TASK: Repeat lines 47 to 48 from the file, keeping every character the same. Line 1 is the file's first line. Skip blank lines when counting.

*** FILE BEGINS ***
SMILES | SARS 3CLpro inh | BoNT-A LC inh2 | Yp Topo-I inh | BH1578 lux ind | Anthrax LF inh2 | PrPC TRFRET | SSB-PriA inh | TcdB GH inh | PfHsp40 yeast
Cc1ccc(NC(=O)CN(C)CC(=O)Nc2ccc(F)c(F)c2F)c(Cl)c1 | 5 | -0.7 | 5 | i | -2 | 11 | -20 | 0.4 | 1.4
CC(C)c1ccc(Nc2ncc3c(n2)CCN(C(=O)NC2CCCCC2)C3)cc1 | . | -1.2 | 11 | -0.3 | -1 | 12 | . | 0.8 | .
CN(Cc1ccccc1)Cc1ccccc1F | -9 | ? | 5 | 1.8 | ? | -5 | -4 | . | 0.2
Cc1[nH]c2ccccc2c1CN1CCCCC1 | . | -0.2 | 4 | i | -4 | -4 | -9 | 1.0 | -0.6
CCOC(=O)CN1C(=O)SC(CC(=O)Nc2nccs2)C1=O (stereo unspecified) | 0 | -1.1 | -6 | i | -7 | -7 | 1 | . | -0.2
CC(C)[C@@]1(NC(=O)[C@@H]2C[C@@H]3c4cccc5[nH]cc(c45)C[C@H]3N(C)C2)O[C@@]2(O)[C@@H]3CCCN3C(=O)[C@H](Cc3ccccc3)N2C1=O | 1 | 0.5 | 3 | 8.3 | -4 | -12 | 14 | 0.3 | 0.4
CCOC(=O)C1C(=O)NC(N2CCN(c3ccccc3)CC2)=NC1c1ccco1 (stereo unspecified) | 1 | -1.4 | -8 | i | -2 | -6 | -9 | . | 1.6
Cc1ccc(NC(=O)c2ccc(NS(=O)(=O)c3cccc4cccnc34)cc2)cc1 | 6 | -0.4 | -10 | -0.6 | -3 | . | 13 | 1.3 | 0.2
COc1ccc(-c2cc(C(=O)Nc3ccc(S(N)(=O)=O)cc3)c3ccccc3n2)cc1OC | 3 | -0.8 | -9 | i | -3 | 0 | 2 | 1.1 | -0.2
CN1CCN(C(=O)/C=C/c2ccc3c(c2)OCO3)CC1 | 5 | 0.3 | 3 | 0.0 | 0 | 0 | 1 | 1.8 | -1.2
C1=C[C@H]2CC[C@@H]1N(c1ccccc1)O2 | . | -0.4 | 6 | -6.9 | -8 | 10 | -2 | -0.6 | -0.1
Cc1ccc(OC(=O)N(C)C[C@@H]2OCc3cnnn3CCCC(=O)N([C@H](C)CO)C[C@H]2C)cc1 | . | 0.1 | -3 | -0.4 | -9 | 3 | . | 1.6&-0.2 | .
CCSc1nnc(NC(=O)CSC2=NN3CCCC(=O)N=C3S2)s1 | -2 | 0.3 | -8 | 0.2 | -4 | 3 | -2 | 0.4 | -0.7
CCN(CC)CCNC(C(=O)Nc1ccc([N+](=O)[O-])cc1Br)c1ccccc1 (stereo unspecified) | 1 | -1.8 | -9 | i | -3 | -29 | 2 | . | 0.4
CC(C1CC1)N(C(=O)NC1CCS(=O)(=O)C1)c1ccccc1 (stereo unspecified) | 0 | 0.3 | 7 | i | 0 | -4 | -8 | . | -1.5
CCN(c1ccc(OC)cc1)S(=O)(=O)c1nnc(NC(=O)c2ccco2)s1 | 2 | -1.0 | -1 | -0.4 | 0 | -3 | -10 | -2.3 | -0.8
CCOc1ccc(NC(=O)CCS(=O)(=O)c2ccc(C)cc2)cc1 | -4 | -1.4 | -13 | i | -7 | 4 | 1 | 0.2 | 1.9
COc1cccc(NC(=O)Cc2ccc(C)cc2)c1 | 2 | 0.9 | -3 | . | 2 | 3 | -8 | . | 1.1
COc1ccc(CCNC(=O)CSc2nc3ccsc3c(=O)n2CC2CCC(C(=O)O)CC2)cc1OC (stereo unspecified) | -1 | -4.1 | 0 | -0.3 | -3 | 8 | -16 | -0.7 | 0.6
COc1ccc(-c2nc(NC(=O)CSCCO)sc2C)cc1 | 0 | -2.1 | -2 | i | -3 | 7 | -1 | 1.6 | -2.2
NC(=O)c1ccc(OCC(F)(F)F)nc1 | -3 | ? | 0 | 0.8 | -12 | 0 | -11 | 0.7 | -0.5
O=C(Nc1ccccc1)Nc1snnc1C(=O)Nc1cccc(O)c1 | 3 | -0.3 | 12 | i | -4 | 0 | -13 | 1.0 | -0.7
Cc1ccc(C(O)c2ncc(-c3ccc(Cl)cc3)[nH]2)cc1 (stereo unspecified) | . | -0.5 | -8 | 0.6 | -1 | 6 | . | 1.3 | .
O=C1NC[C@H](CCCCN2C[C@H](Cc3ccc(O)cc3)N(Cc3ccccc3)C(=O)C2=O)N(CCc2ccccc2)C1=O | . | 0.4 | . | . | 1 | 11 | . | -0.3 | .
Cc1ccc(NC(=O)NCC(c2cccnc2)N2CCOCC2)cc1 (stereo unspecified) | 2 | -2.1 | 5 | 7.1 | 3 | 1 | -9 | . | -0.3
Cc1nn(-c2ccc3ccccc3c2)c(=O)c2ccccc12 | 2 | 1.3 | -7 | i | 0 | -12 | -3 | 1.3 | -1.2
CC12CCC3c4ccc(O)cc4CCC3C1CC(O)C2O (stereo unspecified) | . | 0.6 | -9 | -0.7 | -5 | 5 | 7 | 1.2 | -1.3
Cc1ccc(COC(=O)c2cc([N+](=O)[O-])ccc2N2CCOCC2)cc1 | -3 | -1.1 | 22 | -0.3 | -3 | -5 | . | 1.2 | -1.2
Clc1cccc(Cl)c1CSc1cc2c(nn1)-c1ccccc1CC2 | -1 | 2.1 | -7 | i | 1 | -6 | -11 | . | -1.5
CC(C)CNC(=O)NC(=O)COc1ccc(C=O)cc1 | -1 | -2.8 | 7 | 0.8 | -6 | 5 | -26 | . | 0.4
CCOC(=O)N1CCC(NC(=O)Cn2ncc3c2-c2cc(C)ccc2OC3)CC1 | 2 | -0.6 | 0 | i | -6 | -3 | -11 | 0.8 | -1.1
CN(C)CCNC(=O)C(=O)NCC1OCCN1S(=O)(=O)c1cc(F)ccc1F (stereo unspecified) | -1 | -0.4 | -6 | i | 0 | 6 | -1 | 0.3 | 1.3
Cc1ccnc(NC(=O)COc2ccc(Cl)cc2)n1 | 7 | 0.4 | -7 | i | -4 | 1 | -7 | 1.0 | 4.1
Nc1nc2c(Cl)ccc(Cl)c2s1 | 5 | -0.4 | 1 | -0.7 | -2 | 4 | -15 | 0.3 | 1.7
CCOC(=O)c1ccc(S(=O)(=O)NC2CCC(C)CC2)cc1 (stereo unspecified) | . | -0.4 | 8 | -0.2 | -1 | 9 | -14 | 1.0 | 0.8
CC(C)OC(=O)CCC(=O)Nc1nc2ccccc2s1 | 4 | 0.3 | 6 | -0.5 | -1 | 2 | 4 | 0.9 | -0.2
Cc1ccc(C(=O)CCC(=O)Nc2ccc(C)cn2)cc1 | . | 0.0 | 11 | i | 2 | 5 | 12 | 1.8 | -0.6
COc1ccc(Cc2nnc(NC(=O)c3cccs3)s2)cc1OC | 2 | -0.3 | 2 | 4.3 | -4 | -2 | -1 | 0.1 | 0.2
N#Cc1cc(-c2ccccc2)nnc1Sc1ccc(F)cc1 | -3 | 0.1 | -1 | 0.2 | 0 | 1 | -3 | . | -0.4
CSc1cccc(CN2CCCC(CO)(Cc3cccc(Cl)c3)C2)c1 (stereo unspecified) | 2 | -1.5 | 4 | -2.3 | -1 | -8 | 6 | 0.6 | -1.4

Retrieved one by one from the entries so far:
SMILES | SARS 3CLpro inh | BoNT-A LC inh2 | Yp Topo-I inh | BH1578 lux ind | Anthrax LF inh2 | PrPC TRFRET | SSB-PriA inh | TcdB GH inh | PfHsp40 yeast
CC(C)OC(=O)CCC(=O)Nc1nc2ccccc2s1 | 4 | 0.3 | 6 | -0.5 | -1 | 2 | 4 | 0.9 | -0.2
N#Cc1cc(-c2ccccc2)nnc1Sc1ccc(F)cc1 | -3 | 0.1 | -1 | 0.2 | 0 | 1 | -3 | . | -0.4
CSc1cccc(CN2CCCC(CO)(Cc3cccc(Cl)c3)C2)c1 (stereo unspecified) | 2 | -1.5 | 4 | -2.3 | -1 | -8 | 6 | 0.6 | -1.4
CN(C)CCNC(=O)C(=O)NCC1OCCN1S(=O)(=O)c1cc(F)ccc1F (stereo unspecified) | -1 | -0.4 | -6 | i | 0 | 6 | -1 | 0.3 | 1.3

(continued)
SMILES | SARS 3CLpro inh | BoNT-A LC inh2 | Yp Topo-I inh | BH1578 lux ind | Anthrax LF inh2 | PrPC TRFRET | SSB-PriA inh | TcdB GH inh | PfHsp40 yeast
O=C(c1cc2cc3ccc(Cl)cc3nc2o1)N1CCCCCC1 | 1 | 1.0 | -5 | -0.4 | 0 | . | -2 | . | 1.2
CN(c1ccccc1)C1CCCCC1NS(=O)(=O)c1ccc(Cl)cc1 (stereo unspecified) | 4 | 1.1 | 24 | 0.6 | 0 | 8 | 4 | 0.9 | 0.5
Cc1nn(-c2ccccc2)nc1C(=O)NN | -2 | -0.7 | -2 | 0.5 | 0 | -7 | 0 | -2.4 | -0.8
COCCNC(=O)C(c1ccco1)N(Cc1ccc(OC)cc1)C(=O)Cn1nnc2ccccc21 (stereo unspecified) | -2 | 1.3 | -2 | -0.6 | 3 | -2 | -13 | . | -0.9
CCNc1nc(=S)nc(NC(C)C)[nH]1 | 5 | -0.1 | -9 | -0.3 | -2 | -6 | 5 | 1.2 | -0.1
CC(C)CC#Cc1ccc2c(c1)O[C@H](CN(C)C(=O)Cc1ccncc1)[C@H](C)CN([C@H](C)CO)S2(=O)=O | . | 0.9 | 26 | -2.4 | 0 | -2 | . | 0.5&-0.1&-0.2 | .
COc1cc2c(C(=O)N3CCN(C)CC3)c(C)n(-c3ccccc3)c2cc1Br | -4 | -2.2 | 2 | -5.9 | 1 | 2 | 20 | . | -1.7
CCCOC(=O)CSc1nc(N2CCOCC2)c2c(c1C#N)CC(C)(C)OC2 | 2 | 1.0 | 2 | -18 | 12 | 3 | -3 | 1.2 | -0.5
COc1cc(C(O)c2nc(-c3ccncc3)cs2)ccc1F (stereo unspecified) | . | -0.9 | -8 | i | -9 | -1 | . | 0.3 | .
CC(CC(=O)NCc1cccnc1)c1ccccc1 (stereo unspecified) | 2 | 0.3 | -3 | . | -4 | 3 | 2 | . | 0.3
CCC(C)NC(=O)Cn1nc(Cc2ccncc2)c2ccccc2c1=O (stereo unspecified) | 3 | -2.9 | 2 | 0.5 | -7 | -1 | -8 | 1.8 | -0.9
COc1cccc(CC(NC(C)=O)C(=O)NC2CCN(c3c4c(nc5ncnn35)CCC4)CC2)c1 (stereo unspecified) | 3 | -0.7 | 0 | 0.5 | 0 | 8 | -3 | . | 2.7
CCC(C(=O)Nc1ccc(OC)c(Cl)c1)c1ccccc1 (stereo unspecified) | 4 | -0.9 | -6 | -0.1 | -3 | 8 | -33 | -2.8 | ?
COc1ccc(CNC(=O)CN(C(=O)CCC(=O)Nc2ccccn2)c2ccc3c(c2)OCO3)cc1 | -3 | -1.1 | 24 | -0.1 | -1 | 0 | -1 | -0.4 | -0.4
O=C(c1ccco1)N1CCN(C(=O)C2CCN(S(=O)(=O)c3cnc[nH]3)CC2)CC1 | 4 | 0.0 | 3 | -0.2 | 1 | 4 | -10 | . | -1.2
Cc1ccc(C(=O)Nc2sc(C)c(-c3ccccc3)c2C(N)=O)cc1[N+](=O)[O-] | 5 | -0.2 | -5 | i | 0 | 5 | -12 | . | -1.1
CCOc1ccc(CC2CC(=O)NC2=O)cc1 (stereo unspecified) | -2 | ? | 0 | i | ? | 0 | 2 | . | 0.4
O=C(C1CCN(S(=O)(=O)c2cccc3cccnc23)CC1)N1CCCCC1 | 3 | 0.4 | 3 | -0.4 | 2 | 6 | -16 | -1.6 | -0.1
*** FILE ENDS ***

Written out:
CN(C)CCNC(=O)C(=O)NCC1OCCN1S(=O)(=O)c1cc(F)ccc1F (stereo unspecified) | -1 | -0.4 | -6 | i | 0 | 6 | -1 | 0.3 | 1.3

(continued)